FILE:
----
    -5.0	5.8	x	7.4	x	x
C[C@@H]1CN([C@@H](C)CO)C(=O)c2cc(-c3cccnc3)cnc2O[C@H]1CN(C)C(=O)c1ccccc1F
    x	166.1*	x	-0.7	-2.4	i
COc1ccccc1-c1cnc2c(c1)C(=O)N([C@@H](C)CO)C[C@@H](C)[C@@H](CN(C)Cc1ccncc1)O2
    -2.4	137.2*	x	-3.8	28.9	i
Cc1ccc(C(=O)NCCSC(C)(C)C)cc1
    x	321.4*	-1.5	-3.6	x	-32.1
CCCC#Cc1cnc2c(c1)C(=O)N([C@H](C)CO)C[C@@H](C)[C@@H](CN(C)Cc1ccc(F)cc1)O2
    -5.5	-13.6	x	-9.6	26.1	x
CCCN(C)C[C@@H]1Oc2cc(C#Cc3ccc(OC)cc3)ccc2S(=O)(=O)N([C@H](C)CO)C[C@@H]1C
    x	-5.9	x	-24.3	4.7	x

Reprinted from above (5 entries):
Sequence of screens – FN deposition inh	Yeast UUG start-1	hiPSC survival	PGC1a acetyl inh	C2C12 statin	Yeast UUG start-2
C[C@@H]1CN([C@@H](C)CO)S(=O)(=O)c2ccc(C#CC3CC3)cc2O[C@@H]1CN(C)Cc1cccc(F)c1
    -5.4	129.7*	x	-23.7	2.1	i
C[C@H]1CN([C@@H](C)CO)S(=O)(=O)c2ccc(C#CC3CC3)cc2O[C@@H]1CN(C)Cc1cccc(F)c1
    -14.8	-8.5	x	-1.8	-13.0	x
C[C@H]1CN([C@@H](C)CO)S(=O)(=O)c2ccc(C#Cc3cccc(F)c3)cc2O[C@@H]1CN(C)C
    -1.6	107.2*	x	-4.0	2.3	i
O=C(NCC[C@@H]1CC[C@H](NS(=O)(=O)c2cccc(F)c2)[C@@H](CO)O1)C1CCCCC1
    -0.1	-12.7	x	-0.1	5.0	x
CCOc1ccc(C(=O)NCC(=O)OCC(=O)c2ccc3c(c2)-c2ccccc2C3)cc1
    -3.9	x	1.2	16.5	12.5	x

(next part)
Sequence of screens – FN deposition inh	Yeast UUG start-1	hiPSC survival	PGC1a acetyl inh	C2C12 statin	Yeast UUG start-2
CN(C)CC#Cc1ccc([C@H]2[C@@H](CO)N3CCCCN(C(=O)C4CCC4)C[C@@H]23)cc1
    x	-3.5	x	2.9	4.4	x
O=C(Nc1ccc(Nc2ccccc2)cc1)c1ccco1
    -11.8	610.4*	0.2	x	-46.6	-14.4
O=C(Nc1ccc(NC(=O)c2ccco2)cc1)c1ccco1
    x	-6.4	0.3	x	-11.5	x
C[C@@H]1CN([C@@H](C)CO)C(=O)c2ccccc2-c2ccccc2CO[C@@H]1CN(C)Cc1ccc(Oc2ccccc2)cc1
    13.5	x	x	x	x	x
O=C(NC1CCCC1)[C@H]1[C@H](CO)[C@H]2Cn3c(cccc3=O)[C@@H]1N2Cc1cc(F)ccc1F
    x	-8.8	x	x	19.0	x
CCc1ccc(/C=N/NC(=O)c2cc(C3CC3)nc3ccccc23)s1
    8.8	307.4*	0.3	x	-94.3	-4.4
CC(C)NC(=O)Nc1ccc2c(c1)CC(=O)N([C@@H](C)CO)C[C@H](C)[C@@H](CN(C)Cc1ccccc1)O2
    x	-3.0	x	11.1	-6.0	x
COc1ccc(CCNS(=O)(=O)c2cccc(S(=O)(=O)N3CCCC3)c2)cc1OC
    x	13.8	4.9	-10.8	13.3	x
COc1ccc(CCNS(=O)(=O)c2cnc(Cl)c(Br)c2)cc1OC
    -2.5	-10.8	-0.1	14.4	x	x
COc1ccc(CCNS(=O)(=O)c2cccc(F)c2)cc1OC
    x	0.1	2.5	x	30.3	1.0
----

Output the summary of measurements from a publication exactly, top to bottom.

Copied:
    -5.0	5.8	x	7.4	x	x
C[C@@H]1CN([C@@H](C)CO)C(=O)c2cc(-c3cccnc3)cnc2O[C@H]1CN(C)C(=O)c1ccccc1F
    x	166.1*	x	-0.7	-2.4	i
COc1ccccc1-c1cnc2c(c1)C(=O)N([C@@H](C)CO)C[C@@H](C)[C@@H](CN(C)Cc1ccncc1)O2
    -2.4	137.2*	x	-3.8	28.9	i
Cc1ccc(C(=O)NCCSC(C)(C)C)cc1
    x	321.4*	-1.5	-3.6	x	-32.1
CCCC#Cc1cnc2c(c1)C(=O)N([C@H](C)CO)C[C@@H](C)[C@@H](CN(C)Cc1ccc(F)cc1)O2
    -5.5	-13.6	x	-9.6	26.1	x
CCCN(C)C[C@@H]1Oc2cc(C#Cc3ccc(OC)cc3)ccc2S(=O)(=O)N([C@H](C)CO)C[C@@H]1C
    x	-5.9	x	-24.3	4.7	x

Reprinted from above (5 entries):
Sequence of screens – FN deposition inh	Yeast UUG start-1	hiPSC survival	PGC1a acetyl inh	C2C12 statin	Yeast UUG start-2
C[C@@H]1CN([C@@H](C)CO)S(=O)(=O)c2ccc(C#CC3CC3)cc2O[C@@H]1CN(C)Cc1cccc(F)c1
    -5.4	129.7*	x	-23.7	2.1	i
C[C@H]1CN([C@@H](C)CO)S(=O)(=O)c2ccc(C#CC3CC3)cc2O[C@@H]1CN(C)Cc1cccc(F)c1
    -14.8	-8.5	x	-1.8	-13.0	x
C[C@H]1CN([C@@H](C)CO)S(=O)(=O)c2ccc(C#Cc3cccc(F)c3)cc2O[C@@H]1CN(C)C
    -1.6	107.2*	x	-4.0	2.3	i
O=C(NCC[C@@H]1CC[C@H](NS(=O)(=O)c2cccc(F)c2)[C@@H](CO)O1)C1CCCCC1
    -0.1	-12.7	x	-0.1	5.0	x
CCOc1ccc(C(=O)NCC(=O)OCC(=O)c2ccc3c(c2)-c2ccccc2C3)cc1
    -3.9	x	1.2	16.5	12.5	x

(next part)
Sequence of screens – FN deposition inh	Yeast UUG start-1	hiPSC survival	PGC1a acetyl inh	C2C12 statin	Yeast UUG start-2
CN(C)CC#Cc1ccc([C@H]2[C@@H](CO)N3CCCCN(C(=O)C4CCC4)C[C@@H]23)cc1
    x	-3.5	x	2.9	4.4	x
O=C(Nc1ccc(Nc2ccccc2)cc1)c1ccco1
    -11.8	610.4*	0.2	x	-46.6	-14.4
O=C(Nc1ccc(NC(=O)c2ccco2)cc1)c1ccco1
    x	-6.4	0.3	x	-11.5	x
C[C@@H]1CN([C@@H](C)CO)C(=O)c2ccccc2-c2ccccc2CO[C@@H]1CN(C)Cc1ccc(Oc2ccccc2)cc1
    13.5	x	x	x	x	x
O=C(NC1CCCC1)[C@H]1[C@H](CO)[C@H]2Cn3c(cccc3=O)[C@@H]1N2Cc1cc(F)ccc1F
    x	-8.8	x	x	19.0	x
CCc1ccc(/C=N/NC(=O)c2cc(C3CC3)nc3ccccc23)s1
    8.8	307.4*	0.3	x	-94.3	-4.4
CC(C)NC(=O)Nc1ccc2c(c1)CC(=O)N([C@@H](C)CO)C[C@H](C)[C@@H](CN(C)Cc1ccccc1)O2
    x	-3.0	x	11.1	-6.0	x
COc1ccc(CCNS(=O)(=O)c2cccc(S(=O)(=O)N3CCCC3)c2)cc1OC
    x	13.8	4.9	-10.8	13.3	x
COc1ccc(CCNS(=O)(=O)c2cnc(Cl)c(Br)c2)cc1OC
    -2.5	-10.8	-0.1	14.4	x	x
COc1ccc(CCNS(=O)(=O)c2cccc(F)c2)cc1OC
    x	0.1	2.5	x	30.3	1.0